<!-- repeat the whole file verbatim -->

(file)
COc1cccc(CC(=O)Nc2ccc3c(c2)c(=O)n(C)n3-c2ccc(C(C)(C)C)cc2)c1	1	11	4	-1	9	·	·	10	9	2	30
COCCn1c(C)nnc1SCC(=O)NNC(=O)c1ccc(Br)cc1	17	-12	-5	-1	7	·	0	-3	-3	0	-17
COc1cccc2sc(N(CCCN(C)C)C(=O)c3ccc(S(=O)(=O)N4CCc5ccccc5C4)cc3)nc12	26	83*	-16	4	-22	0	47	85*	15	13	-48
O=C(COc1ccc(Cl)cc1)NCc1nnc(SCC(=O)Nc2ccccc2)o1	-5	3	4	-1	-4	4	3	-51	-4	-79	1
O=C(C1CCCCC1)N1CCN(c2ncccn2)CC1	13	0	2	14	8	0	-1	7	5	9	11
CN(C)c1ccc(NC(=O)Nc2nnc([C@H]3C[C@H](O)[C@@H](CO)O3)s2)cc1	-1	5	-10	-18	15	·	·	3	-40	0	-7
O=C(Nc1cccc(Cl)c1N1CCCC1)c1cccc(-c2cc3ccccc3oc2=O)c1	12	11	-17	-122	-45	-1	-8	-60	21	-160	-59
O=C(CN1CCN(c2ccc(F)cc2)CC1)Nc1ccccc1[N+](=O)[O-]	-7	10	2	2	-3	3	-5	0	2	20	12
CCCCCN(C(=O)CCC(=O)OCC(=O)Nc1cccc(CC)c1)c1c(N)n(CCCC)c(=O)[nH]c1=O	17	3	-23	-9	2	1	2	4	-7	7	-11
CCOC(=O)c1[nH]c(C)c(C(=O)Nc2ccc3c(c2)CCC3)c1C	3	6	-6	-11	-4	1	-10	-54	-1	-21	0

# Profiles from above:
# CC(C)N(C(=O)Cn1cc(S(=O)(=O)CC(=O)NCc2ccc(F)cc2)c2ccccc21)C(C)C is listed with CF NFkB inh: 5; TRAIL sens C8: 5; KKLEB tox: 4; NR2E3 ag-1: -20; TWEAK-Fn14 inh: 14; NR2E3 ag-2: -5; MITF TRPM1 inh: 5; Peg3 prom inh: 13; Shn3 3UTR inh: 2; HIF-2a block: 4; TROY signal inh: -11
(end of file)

COc1cccc(CC(=O)Nc2ccc3c(c2)c(=O)n(C)n3-c2ccc(C(C)(C)C)cc2)c1	1	11	4	-1	9	·	·	10	9	2	30
COCCn1c(C)nnc1SCC(=O)NNC(=O)c1ccc(Br)cc1	17	-12	-5	-1	7	·	0	-3	-3	0	-17
COc1cccc2sc(N(CCCN(C)C)C(=O)c3ccc(S(=O)(=O)N4CCc5ccccc5C4)cc3)nc12	26	83*	-16	4	-22	0	47	85*	15	13	-48
O=C(COc1ccc(Cl)cc1)NCc1nnc(SCC(=O)Nc2ccccc2)o1	-5	3	4	-1	-4	4	3	-51	-4	-79	1
O=C(C1CCCCC1)N1CCN(c2ncccn2)CC1	13	0	2	14	8	0	-1	7	5	9	11
CN(C)c1ccc(NC(=O)Nc2nnc([C@H]3C[C@H](O)[C@@H](CO)O3)s2)cc1	-1	5	-10	-18	15	·	·	3	-40	0	-7
O=C(Nc1cccc(Cl)c1N1CCCC1)c1cccc(-c2cc3ccccc3oc2=O)c1	12	11	-17	-122	-45	-1	-8	-60	21	-160	-59
O=C(CN1CCN(c2ccc(F)cc2)CC1)Nc1ccccc1[N+](=O)[O-]	-7	10	2	2	-3	3	-5	0	2	20	12
CCCCCN(C(=O)CCC(=O)OCC(=O)Nc1cccc(CC)c1)c1c(N)n(CCCC)c(=O)[nH]c1=O	17	3	-23	-9	2	1	2	4	-7	7	-11
CCOC(=O)c1[nH]c(C)c(C(=O)Nc2ccc3c(c2)CCC3)c1C	3	6	-6	-11	-4	1	-10	-54	-1	-21	0

# Profiles from above:
# CC(C)N(C(=O)Cn1cc(S(=O)(=O)CC(=O)NCc2ccc(F)cc2)c2ccccc21)C(C)C is listed with CF NFkB inh: 5; TRAIL sens C8: 5; KKLEB tox: 4; NR2E3 ag-1: -20; TWEAK-Fn14 inh: 14; NR2E3 ag-2: -5; MITF TRPM1 inh: 5; Peg3 prom inh: 13; Shn3 3UTR inh: 2; HIF-2a block: 4; TROY signal inh: -11